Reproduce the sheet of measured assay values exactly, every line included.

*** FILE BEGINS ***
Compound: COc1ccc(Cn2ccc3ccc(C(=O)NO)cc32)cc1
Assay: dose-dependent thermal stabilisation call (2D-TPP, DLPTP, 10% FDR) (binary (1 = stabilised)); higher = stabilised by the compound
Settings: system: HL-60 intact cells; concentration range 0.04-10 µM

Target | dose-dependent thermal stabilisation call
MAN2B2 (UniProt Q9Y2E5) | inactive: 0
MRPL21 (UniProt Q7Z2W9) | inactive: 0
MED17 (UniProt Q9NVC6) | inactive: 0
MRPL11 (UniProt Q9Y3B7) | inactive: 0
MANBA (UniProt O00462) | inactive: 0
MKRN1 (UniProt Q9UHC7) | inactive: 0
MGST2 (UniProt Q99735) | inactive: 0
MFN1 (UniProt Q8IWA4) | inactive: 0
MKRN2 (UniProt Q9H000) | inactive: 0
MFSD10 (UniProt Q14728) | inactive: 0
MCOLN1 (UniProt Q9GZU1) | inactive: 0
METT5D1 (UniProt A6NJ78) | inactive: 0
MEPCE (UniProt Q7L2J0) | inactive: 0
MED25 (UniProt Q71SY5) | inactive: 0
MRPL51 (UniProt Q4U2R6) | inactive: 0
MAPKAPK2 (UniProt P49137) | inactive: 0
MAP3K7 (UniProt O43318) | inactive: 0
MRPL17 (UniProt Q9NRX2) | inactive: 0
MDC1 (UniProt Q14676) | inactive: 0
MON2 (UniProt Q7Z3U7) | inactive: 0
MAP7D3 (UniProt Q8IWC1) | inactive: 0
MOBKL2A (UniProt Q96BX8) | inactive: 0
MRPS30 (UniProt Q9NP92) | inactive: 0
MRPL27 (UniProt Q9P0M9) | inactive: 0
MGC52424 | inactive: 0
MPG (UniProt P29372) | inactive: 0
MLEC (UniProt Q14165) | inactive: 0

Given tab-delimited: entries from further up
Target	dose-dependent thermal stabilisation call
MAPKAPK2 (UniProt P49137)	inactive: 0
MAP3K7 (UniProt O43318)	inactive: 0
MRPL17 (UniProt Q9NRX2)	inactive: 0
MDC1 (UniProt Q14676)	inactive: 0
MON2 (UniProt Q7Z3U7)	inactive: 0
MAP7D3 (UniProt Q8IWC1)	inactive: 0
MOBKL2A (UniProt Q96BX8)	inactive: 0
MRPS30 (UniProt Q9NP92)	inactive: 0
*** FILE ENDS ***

Compound: COc1ccc(Cn2ccc3ccc(C(=O)NO)cc32)cc1
Assay: dose-dependent thermal stabilisation call (2D-TPP, DLPTP, 10% FDR) (binary (1 = stabilised)); higher = stabilised by the compound
Settings: system: HL-60 intact cells; concentration range 0.04-10 µM

Target | dose-dependent thermal stabilisation call
MAN2B2 (UniProt Q9Y2E5) | inactive: 0
MRPL21 (UniProt Q7Z2W9) | inactive: 0
MED17 (UniProt Q9NVC6) | inactive: 0
MRPL11 (UniProt Q9Y3B7) | inactive: 0
MANBA (UniProt O00462) | inactive: 0
MKRN1 (UniProt Q9UHC7) | inactive: 0
MGST2 (UniProt Q99735) | inactive: 0
MFN1 (UniProt Q8IWA4) | inactive: 0
MKRN2 (UniProt Q9H000) | inactive: 0
MFSD10 (UniProt Q14728) | inactive: 0
MCOLN1 (UniProt Q9GZU1) | inactive: 0
METT5D1 (UniProt A6NJ78) | inactive: 0
MEPCE (UniProt Q7L2J0) | inactive: 0
MED25 (UniProt Q71SY5) | inactive: 0
MRPL51 (UniProt Q4U2R6) | inactive: 0
MAPKAPK2 (UniProt P49137) | inactive: 0
MAP3K7 (UniProt O43318) | inactive: 0
MRPL17 (UniProt Q9NRX2) | inactive: 0
MDC1 (UniProt Q14676) | inactive: 0
MON2 (UniProt Q7Z3U7) | inactive: 0
MAP7D3 (UniProt Q8IWC1) | inactive: 0
MOBKL2A (UniProt Q96BX8) | inactive: 0
MRPS30 (UniProt Q9NP92) | inactive: 0
MRPL27 (UniProt Q9P0M9) | inactive: 0
MGC52424 | inactive: 0
MPG (UniProt P29372) | inactive: 0
MLEC (UniProt Q14165) | inactive: 0

Given tab-delimited: entries from further up
Target	dose-dependent thermal stabilisation call
MAPKAPK2 (UniProt P49137)	inactive: 0
MAP3K7 (UniProt O43318)	inactive: 0
MRPL17 (UniProt Q9NRX2)	inactive: 0
MDC1 (UniProt Q14676)	inactive: 0
MON2 (UniProt Q7Z3U7)	inactive: 0
MAP7D3 (UniProt Q8IWC1)	inactive: 0
MOBKL2A (UniProt Q96BX8)	inactive: 0
MRPS30 (UniProt Q9NP92)	inactive: 0